Ah yes. Another honest homeless person’s story has caught the attention of the national media. How many times have we heard about someone living on the street who finds a lost wallet, or an engagement ring, and returns it to its rightful owner? These feel-good stories make our day.
In Boston, however, the story has a “man-bites-dog” twist. The backpack found by a man who was homeless contained $42,000 in cash and travelers checks, and he returned it without a single penny missing.
But should we really be surprised? Do we assume that every person living on the streets is a dishonest, lying, cheating individual who would steal to get a buck? Why is it that, when a homeless person does an good deed, that deed is considered newsworthy?
I’m still trying to figure out why that tourist was carrying $42,000 in his backpack. I guess he was going on an extravagant shopping spree. At least the return of his money might help put a stop to stereotypes about our country’s homeless population. A lazy criminal wouldn’t have returned that cash.
How many middle-class, housed people would have returned the money? Wouldn’t it be tempting to return half the money, and claim that’s how it was when you found it? Even $21,000 is a heck of a lot of money.
It reminds me of an investigative television show, where the host hands a random passerby a bag full of fake money and asks them to watch it till he comes back. Then the hidden cameras roll to see if that person will wait for the host, or take the money and run.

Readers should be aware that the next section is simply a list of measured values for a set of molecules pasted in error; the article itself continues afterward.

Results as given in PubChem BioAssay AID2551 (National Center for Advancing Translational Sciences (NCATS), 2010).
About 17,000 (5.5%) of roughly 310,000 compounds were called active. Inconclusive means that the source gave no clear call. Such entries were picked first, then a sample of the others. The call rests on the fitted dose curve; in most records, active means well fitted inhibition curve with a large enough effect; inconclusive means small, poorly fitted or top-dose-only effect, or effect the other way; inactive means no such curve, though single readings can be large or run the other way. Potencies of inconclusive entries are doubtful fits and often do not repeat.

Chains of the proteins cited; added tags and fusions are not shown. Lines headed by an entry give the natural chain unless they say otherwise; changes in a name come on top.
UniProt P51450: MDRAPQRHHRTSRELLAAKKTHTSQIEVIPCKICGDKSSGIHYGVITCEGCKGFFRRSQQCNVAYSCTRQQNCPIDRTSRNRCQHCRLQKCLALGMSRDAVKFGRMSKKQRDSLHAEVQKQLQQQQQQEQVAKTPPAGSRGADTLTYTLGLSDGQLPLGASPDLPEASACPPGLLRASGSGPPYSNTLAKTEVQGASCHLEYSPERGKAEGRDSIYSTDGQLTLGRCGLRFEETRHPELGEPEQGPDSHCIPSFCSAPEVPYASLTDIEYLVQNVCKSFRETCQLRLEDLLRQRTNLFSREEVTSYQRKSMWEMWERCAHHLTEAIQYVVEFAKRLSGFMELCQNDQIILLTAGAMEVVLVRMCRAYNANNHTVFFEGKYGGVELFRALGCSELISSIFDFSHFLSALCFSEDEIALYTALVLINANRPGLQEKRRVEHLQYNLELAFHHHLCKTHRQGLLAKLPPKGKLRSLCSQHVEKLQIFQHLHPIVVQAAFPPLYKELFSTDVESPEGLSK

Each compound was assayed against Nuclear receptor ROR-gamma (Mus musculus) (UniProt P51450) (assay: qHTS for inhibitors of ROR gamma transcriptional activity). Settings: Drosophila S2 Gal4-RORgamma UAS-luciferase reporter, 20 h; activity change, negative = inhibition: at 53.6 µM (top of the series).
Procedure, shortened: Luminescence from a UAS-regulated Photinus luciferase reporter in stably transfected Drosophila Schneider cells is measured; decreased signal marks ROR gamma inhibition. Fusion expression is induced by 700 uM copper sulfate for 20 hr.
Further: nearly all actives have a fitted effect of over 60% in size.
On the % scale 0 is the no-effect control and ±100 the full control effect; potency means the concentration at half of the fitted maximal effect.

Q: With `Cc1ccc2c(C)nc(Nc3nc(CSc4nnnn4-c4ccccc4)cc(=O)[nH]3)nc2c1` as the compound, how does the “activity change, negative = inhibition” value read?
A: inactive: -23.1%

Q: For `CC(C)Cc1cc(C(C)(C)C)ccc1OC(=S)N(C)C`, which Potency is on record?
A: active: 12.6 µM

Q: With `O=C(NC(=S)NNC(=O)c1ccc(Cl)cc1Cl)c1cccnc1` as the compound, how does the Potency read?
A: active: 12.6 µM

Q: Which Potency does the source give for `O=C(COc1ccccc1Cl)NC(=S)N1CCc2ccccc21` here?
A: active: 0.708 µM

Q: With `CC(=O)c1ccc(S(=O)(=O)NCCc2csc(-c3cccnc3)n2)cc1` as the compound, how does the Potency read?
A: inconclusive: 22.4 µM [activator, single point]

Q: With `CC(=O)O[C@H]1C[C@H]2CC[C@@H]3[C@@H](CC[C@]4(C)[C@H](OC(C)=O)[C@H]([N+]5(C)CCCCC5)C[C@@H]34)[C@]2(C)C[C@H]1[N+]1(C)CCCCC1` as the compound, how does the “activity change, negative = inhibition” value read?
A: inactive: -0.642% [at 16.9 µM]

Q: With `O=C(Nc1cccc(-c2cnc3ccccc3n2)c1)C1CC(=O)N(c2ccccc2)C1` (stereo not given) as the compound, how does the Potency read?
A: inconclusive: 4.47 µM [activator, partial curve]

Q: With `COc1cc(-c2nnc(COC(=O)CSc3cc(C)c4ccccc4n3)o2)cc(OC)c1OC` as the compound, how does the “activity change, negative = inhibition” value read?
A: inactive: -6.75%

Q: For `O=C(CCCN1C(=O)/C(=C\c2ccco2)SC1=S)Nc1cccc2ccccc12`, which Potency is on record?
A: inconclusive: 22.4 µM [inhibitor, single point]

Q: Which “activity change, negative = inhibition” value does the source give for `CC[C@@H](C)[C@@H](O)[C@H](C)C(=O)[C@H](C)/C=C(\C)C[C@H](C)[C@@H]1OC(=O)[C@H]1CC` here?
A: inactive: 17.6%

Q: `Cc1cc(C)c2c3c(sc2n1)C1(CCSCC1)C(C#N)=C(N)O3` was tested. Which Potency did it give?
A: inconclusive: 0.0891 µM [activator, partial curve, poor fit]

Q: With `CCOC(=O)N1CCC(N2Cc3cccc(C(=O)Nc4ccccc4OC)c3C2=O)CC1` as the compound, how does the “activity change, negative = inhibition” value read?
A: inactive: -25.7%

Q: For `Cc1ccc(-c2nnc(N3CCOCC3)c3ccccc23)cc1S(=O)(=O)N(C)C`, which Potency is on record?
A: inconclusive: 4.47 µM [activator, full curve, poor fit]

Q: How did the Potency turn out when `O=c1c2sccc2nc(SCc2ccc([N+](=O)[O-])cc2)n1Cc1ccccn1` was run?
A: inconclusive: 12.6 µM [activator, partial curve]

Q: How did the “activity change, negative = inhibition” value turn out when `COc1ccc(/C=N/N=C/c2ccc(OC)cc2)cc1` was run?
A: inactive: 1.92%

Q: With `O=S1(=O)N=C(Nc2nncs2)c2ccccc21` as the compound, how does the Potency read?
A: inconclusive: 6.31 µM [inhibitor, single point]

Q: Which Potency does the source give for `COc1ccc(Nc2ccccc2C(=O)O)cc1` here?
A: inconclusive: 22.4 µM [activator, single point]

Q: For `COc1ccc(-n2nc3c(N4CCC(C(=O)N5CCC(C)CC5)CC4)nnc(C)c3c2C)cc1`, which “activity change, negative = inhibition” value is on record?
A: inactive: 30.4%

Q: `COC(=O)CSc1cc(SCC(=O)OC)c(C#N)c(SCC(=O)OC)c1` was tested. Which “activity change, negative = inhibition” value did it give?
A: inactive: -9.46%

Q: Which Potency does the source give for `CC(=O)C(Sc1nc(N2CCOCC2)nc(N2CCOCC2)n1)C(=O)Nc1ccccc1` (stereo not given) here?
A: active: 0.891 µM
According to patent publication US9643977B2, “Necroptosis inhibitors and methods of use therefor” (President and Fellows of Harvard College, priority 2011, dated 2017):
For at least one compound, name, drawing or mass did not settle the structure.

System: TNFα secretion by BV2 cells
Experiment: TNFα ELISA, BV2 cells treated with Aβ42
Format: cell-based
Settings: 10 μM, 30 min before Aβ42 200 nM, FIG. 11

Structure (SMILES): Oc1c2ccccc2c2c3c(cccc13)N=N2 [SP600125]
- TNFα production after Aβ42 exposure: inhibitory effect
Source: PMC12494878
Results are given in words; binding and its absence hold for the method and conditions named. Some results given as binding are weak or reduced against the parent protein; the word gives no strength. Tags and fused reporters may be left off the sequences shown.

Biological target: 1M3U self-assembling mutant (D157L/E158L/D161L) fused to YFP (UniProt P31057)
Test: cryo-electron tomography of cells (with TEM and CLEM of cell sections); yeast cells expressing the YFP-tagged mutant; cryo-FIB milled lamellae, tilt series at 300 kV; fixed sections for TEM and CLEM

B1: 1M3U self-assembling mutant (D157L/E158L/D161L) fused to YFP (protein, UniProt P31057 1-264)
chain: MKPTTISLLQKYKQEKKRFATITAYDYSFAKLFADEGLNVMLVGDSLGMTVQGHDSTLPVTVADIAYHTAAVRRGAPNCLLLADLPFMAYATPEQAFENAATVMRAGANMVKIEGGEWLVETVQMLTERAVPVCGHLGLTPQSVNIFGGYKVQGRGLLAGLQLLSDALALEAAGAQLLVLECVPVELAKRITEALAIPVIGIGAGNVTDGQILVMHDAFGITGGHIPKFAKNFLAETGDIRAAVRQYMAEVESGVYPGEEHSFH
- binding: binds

In our Boston story, the man, who happened to be homeless, went straight to the police when he found his bag full of money.
So now what?
This honest man is still penniless. He did the right thing, but he is still living on the streets of America without a home. With all of that media notoriety, you would think he would benefit in some way. Sure, the police chief gave him a special commendation…but that won’t feed him or pay for an apartment.
Thanks to our high tech society, the internet is saving the day for this honest man. A crowdsourcing fundraiser is raising money from people across the country who want to make a difference in this man’s life. In fact, at the time of this writing, over $140,000 has been raised. That’s more than three times the amount that was in the bag.
That amount of money can help him put a security deposit on a new apartment and cover his rent and basic expenses for years. Now that’s what I call a great response to an honest deed.
Maybe we should crowdsource funds for more of the hard-working, honest people struggling on our streets.